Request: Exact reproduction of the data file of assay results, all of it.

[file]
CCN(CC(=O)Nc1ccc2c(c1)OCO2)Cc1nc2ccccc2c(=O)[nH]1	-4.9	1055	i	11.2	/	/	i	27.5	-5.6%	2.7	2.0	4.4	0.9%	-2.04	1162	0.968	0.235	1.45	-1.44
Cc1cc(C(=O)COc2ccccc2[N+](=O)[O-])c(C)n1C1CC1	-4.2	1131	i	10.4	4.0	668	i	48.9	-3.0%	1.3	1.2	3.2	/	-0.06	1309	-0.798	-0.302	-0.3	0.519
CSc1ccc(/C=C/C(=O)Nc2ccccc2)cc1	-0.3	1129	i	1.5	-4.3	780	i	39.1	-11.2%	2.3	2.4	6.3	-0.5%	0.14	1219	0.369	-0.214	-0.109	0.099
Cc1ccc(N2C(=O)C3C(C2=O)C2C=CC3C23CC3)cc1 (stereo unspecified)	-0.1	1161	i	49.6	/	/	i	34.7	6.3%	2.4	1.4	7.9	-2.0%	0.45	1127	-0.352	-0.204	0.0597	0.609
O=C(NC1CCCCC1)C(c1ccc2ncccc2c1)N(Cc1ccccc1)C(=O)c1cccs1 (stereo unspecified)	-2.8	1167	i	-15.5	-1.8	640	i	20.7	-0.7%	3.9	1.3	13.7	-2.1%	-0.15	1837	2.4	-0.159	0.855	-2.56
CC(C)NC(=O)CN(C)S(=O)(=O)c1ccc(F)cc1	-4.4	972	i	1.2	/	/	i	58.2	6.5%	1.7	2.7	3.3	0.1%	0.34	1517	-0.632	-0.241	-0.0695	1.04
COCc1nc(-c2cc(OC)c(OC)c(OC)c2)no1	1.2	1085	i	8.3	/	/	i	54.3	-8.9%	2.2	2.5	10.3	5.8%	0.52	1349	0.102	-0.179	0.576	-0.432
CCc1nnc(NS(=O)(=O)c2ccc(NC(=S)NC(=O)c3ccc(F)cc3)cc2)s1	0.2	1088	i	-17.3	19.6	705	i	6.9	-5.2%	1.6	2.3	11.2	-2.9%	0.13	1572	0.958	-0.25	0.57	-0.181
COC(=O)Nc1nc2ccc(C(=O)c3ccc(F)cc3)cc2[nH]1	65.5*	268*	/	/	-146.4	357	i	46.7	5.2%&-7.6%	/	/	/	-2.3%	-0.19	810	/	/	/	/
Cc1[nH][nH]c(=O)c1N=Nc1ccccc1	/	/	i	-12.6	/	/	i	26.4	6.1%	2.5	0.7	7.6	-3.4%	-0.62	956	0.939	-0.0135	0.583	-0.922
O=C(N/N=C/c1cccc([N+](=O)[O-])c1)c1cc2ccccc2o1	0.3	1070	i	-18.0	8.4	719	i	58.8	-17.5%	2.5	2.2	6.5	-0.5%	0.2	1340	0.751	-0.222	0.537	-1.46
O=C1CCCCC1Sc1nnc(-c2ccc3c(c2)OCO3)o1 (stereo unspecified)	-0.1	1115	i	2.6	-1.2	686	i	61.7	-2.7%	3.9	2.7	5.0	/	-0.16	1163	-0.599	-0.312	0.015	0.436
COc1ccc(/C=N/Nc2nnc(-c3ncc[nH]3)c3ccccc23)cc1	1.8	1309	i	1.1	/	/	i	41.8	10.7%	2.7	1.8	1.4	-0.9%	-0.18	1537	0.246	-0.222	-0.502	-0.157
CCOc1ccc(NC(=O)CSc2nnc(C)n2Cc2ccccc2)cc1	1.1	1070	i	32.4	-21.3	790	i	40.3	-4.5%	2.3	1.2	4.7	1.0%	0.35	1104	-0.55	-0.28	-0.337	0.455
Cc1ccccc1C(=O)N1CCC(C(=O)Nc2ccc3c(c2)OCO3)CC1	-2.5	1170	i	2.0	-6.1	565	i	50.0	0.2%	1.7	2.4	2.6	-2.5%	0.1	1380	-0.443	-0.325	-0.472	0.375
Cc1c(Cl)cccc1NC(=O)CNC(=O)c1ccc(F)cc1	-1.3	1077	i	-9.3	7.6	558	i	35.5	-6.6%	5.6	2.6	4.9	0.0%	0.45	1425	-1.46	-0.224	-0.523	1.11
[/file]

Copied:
CCN(CC(=O)Nc1ccc2c(c1)OCO2)Cc1nc2ccccc2c(=O)[nH]1	-4.9	1055	i	11.2	/	/	i	27.5	-5.6%	2.7	2.0	4.4	0.9%	-2.04	1162	0.968	0.235	1.45	-1.44
Cc1cc(C(=O)COc2ccccc2[N+](=O)[O-])c(C)n1C1CC1	-4.2	1131	i	10.4	4.0	668	i	48.9	-3.0%	1.3	1.2	3.2	/	-0.06	1309	-0.798	-0.302	-0.3	0.519
CSc1ccc(/C=C/C(=O)Nc2ccccc2)cc1	-0.3	1129	i	1.5	-4.3	780	i	39.1	-11.2%	2.3	2.4	6.3	-0.5%	0.14	1219	0.369	-0.214	-0.109	0.099
Cc1ccc(N2C(=O)C3C(C2=O)C2C=CC3C23CC3)cc1 (stereo unspecified)	-0.1	1161	i	49.6	/	/	i	34.7	6.3%	2.4	1.4	7.9	-2.0%	0.45	1127	-0.352	-0.204	0.0597	0.609
O=C(NC1CCCCC1)C(c1ccc2ncccc2c1)N(Cc1ccccc1)C(=O)c1cccs1 (stereo unspecified)	-2.8	1167	i	-15.5	-1.8	640	i	20.7	-0.7%	3.9	1.3	13.7	-2.1%	-0.15	1837	2.4	-0.159	0.855	-2.56
CC(C)NC(=O)CN(C)S(=O)(=O)c1ccc(F)cc1	-4.4	972	i	1.2	/	/	i	58.2	6.5%	1.7	2.7	3.3	0.1%	0.34	1517	-0.632	-0.241	-0.0695	1.04
COCc1nc(-c2cc(OC)c(OC)c(OC)c2)no1	1.2	1085	i	8.3	/	/	i	54.3	-8.9%	2.2	2.5	10.3	5.8%	0.52	1349	0.102	-0.179	0.576	-0.432
CCc1nnc(NS(=O)(=O)c2ccc(NC(=S)NC(=O)c3ccc(F)cc3)cc2)s1	0.2	1088	i	-17.3	19.6	705	i	6.9	-5.2%	1.6	2.3	11.2	-2.9%	0.13	1572	0.958	-0.25	0.57	-0.181
COC(=O)Nc1nc2ccc(C(=O)c3ccc(F)cc3)cc2[nH]1	65.5*	268*	/	/	-146.4	357	i	46.7	5.2%&-7.6%	/	/	/	-2.3%	-0.19	810	/	/	/	/
Cc1[nH][nH]c(=O)c1N=Nc1ccccc1	/	/	i	-12.6	/	/	i	26.4	6.1%	2.5	0.7	7.6	-3.4%	-0.62	956	0.939	-0.0135	0.583	-0.922
O=C(N/N=C/c1cccc([N+](=O)[O-])c1)c1cc2ccccc2o1	0.3	1070	i	-18.0	8.4	719	i	58.8	-17.5%	2.5	2.2	6.5	-0.5%	0.2	1340	0.751	-0.222	0.537	-1.46
O=C1CCCCC1Sc1nnc(-c2ccc3c(c2)OCO3)o1 (stereo unspecified)	-0.1	1115	i	2.6	-1.2	686	i	61.7	-2.7%	3.9	2.7	5.0	/	-0.16	1163	-0.599	-0.312	0.015	0.436
COc1ccc(/C=N/Nc2nnc(-c3ncc[nH]3)c3ccccc23)cc1	1.8	1309	i	1.1	/	/	i	41.8	10.7%	2.7	1.8	1.4	-0.9%	-0.18	1537	0.246	-0.222	-0.502	-0.157
CCOc1ccc(NC(=O)CSc2nnc(C)n2Cc2ccccc2)cc1	1.1	1070	i	32.4	-21.3	790	i	40.3	-4.5%	2.3	1.2	4.7	1.0%	0.35	1104	-0.55	-0.28	-0.337	0.455
Cc1ccccc1C(=O)N1CCC(C(=O)Nc2ccc3c(c2)OCO3)CC1	-2.5	1170	i	2.0	-6.1	565	i	50.0	0.2%	1.7	2.4	2.6	-2.5%	0.1	1380	-0.443	-0.325	-0.472	0.375
Cc1c(Cl)cccc1NC(=O)CNC(=O)c1ccc(F)cc1	-1.3	1077	i	-9.3	7.6	558	i	35.5	-6.6%	5.6	2.6	4.9	0.0%	0.45	1425	-1.46	-0.224	-0.523	1.11